# Help understand stagger size and RAM usage

• Hi,

I did a lot of reading trying to understand how mining works and I have learned a lot so far and found the Burt way of mining very interesting.

There are few things that are still not clear to me so I got few questions hopping that you guys can help me understand this better.

I know that the miner reads the drives in parallel and the files inside the same plot in serial, if I understand this correctly, that mean that the RAM usage will grow by the number of drives not files.

Given that 24576 is ~6GB RAM;

1 - Let say I have one drive as follow, am I right to say that this will consume 6GB of RAM not 12GB?
drive-1
|_accountID_sn_n_24576
|_accountID_sn_n_24576

2 - Let say I have two drives as follow, if 1- is right then this will consume 12GB RAM right?
drive-1
|_accountID_sn_n_24576
|_accountID_sn_n_24576

drive-2
|_accountID_sn_n_24576
|_accountID_sn_n_24576

I am trying to maximize my RAM usage while mining on my new 6 x 6TB drives and 40GB RAM machine, and since the miner reads the drives in parallel, I decided to allocate 6GB RAM per drive so I decided to go with a stagger size of 24576 (~6GB). I wanted to plot in ~500gb files and since I was trying to keep the number of nonces a multiple of the stagger, I settled for 2064384 which gives me files of 504gb and a ratio of 84 between stagger and nonces.

I used gpuplotgenerator and everything seems to be working as expected, the plotter is generating files in parallel at the rate of ~50k nonces/minute while using ~38Gb of RAM.

Now that the plotting has finished, the plotter replaced the stagger size to be equal to the number of nonces used instead of the one I specified;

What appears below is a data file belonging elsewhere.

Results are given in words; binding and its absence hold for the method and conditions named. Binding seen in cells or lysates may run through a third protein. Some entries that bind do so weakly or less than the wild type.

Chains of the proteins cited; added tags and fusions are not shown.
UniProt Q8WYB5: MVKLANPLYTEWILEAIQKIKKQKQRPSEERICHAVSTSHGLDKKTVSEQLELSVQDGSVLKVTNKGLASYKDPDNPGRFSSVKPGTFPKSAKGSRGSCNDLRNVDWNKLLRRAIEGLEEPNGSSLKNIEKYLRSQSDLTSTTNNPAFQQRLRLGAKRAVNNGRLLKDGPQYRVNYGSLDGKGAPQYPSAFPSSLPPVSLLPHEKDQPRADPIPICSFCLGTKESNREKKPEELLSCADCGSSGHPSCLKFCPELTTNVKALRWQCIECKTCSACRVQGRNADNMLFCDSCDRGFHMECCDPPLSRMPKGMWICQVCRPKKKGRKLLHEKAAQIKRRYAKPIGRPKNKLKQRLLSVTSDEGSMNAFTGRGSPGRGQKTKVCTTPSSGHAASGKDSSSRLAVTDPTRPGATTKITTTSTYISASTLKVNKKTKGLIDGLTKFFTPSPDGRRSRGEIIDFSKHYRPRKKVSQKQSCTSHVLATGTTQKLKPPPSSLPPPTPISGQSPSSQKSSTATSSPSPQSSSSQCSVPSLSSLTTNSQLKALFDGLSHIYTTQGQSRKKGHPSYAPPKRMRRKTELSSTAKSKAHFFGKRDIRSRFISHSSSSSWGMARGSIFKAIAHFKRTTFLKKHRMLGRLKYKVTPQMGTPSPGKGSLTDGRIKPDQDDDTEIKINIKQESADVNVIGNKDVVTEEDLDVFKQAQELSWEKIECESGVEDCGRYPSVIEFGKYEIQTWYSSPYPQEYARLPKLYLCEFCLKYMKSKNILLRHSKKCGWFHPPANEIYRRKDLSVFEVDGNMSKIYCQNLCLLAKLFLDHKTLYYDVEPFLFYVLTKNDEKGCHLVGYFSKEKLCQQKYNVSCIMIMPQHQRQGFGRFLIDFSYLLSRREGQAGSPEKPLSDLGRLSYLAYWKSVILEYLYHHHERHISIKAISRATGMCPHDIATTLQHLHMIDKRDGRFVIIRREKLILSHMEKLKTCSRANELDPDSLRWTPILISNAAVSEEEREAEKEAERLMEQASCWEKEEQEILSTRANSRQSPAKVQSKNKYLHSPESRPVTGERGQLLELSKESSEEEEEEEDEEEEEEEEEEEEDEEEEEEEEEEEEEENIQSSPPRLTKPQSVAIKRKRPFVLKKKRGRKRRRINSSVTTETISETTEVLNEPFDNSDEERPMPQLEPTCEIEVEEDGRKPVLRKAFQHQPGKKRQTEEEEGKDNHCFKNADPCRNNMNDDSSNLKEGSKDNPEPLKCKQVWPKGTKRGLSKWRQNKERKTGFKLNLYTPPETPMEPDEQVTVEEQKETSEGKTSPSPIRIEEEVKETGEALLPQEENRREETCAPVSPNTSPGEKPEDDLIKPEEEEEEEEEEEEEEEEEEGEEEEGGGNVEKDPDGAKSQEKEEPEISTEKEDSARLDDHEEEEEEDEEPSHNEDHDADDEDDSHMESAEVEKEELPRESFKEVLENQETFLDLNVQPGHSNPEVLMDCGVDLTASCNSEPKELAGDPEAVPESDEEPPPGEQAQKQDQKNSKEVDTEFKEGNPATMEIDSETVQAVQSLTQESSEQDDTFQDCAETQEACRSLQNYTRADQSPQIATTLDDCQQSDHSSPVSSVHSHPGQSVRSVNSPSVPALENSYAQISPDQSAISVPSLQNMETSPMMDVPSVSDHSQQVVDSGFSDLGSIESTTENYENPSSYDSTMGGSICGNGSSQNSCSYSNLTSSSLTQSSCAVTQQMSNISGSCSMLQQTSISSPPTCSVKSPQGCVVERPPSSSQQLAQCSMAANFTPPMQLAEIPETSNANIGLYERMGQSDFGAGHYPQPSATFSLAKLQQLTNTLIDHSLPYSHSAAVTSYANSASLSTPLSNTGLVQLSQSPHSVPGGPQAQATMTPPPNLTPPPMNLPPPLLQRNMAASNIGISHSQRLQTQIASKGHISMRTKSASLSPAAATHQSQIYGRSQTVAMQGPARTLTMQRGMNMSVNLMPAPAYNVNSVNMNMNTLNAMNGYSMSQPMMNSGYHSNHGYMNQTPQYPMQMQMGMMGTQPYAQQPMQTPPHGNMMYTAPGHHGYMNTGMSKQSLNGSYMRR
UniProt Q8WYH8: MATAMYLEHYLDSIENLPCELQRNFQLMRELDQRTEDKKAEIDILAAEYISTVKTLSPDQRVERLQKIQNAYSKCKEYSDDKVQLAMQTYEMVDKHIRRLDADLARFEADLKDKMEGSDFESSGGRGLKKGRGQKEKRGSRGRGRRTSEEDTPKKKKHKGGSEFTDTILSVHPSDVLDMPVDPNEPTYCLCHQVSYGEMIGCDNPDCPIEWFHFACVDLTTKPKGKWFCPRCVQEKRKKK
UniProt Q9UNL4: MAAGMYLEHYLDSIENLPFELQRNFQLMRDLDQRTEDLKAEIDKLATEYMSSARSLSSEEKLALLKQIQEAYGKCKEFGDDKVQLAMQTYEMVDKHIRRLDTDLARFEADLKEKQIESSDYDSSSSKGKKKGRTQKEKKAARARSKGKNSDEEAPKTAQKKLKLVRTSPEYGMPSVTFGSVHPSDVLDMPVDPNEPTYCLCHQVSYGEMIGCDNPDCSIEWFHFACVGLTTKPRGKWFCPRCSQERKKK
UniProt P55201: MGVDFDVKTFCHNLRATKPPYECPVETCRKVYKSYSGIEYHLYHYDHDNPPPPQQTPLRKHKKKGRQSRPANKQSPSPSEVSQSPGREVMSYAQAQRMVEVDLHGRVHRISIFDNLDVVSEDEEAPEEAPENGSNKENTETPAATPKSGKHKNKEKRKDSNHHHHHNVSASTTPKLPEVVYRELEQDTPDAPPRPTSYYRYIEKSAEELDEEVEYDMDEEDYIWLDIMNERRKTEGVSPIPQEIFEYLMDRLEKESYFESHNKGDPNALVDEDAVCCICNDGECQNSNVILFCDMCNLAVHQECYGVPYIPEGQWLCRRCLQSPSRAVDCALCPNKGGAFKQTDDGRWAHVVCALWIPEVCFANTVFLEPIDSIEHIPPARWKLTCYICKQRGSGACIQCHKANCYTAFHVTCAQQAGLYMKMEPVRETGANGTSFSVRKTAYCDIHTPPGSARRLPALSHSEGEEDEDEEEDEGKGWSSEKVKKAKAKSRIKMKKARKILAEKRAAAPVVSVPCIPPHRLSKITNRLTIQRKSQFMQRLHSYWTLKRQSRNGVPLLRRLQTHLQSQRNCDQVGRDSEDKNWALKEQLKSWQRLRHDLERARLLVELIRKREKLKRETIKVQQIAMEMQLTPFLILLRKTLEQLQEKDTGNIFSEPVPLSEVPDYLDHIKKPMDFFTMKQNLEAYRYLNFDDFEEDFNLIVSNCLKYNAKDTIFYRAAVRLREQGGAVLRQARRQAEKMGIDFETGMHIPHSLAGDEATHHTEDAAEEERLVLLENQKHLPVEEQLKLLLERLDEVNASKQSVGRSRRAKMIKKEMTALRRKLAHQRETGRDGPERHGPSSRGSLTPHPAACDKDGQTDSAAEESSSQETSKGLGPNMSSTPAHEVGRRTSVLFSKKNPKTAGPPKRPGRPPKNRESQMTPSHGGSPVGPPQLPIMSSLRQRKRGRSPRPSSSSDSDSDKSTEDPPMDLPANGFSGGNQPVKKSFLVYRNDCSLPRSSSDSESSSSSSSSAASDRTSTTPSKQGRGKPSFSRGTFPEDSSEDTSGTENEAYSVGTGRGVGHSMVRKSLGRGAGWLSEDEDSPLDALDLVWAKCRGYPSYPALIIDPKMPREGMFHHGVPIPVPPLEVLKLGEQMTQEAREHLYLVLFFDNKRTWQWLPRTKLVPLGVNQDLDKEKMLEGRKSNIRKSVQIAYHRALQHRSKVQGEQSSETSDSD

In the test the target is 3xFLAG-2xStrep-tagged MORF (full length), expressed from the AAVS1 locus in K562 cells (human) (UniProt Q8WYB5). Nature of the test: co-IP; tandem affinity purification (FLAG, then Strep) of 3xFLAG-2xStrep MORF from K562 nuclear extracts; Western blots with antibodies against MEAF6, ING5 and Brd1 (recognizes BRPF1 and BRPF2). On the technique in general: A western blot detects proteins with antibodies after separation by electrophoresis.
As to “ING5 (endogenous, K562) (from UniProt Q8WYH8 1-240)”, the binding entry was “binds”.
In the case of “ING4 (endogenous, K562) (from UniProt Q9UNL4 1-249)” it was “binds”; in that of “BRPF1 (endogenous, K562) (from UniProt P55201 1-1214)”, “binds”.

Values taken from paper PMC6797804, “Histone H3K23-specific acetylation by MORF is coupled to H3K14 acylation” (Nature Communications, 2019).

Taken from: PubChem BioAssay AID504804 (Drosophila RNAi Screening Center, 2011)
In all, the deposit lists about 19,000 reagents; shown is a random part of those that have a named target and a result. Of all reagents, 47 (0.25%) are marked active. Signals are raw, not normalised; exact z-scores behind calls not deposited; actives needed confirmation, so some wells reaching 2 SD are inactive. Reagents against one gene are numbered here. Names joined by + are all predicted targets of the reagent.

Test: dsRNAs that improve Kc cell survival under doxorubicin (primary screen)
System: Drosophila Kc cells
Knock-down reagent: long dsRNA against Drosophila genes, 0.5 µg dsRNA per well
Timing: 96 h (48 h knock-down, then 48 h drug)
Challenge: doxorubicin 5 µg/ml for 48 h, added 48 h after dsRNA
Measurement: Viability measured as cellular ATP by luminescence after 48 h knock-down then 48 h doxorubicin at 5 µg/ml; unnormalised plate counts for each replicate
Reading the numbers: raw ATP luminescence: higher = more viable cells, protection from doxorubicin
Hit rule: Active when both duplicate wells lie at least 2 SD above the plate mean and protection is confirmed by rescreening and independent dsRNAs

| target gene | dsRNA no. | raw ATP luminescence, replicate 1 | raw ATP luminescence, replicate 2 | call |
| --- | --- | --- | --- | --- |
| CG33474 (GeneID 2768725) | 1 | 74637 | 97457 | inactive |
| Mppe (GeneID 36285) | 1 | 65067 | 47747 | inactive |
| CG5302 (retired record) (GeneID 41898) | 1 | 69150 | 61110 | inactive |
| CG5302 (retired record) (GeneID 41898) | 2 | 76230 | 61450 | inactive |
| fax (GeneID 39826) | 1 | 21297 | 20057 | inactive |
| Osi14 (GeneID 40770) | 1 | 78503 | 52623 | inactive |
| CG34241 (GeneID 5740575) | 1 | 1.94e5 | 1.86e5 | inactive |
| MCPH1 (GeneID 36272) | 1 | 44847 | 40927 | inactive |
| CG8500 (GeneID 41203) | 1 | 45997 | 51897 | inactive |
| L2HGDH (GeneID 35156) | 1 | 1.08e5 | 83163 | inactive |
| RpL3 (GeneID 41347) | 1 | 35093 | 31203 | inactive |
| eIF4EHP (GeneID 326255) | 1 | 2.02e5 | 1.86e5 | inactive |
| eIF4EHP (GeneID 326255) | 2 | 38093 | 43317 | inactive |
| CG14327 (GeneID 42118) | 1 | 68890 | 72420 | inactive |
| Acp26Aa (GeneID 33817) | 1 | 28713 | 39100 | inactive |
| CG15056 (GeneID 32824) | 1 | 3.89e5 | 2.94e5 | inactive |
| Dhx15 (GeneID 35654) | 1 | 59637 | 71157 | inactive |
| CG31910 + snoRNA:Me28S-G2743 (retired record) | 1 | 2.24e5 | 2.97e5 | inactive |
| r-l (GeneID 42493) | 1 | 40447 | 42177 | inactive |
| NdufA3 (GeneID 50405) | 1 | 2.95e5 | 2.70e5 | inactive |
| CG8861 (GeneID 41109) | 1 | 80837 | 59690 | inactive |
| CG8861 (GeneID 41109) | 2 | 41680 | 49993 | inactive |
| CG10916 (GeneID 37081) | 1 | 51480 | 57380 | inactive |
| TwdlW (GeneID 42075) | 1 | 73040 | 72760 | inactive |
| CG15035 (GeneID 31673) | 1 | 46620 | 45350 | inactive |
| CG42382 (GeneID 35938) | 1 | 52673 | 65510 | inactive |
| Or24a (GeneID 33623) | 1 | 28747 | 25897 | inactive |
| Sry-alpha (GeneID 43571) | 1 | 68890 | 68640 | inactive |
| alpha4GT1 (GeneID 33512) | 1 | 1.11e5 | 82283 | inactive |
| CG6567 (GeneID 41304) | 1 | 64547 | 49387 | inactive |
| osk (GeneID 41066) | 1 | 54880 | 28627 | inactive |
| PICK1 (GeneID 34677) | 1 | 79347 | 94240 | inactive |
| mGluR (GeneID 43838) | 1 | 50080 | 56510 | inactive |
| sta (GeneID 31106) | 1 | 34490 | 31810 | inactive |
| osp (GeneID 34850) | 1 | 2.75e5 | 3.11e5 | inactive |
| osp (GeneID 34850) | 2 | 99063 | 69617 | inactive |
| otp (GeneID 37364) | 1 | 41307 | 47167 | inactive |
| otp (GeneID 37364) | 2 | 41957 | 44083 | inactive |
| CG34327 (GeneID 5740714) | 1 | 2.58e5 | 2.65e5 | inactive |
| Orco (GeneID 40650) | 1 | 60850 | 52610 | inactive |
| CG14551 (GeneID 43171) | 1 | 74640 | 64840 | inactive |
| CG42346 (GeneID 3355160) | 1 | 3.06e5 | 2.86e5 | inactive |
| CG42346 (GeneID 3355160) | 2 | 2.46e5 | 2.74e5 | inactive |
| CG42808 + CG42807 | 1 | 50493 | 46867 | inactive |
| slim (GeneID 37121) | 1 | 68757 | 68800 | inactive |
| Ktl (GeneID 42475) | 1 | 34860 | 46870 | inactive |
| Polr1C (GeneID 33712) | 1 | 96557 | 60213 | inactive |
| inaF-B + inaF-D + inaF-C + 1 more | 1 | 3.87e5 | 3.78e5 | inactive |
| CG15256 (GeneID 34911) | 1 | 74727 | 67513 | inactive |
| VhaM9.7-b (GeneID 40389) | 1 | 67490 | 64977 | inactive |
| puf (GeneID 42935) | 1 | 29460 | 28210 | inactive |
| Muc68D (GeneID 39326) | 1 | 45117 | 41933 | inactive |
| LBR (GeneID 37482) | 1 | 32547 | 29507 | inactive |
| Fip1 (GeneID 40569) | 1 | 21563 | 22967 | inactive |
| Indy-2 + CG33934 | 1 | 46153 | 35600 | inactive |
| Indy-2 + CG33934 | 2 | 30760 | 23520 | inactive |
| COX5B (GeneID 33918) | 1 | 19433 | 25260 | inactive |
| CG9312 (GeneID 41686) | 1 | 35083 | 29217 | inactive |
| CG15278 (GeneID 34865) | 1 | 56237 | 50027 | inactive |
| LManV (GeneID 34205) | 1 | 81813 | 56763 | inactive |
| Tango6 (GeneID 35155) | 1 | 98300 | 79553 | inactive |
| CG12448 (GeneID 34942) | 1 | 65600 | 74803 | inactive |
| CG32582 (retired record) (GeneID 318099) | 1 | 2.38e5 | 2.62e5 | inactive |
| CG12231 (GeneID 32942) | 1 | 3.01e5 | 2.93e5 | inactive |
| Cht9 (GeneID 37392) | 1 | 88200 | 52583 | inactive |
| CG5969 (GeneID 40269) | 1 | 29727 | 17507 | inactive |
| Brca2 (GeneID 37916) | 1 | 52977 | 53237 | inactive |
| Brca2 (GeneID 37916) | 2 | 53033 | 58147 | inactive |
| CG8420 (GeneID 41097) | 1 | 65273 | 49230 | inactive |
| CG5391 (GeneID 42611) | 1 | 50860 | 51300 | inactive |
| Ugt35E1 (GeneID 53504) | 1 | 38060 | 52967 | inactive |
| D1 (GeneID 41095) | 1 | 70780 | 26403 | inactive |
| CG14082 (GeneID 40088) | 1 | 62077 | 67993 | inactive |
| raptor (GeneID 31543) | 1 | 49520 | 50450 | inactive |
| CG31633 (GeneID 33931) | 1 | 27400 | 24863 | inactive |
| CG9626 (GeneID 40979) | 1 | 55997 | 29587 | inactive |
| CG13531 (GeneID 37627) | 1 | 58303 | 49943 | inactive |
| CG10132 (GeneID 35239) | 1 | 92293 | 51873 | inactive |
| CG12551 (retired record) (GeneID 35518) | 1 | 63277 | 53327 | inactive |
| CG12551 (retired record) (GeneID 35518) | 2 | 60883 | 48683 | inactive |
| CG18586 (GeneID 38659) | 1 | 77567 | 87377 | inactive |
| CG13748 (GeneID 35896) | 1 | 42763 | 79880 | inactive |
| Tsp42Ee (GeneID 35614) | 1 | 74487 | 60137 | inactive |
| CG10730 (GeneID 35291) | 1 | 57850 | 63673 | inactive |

accountID_0_2064384_24576 (input) ->
gpuplotgenerator ->
accountID_0_2064384_2064384 (output)

I have read that this is normal since I am using the plotter in direct mode which generates the plots already optimized, now my question is;

3 - How will this affect my RAM usage when mining since that's dictated by the stagger size you use? I know that my original file (accountID_0_2064384_24576) will consume 6GB of RAM, how much RAM will the optomized plot accountID_0_2064384_2064384 consume? I am planning to use jMiner which uses chunkPartNonces=320000 by default, even that seems way too high for RAM usage, my guess is that the miner will just use as much RAM as it can but I am not 100% sure about that.

4 - I see that many people scan TBs of drives in a matter of seconds, how is that possible? How can the miner scans that much space in such a short time? I can't be possible that the miner is reading all the nonces, is there like a set of nonces that needs to be verified each round that the miner needs to read?

thanks guys in advance, I am really excited by this new way of mining and I am really interested in understanding how it works, not just get it working. I spent too much time trying to look for a "technical" document that explains how the mining works but could not find such a thing, if you know something like please point me to it.

Thanks.

• @Mountassir18 when the plots are being read by the miner, they do not consume the memory you think they do, that was for plotting, not mining... while mining my system is using 4GB of 24GB total, and the actual miner is using it appears 4MB of that in standby mode and only jumps to 14MB while searching the plots, thats it, MB not GB or TB, such a small amount the system doesn't even register a bump in the graph...

when a block comes up, you don't scan through 100% of the file, you're looking at a fraction of each plot file, not the whole file... if I recall off the top of my head you're reading 1/4096th of all that information, so divide whatever amount of space you have, by 4096 and thats how much data will actually be read when the miner looks...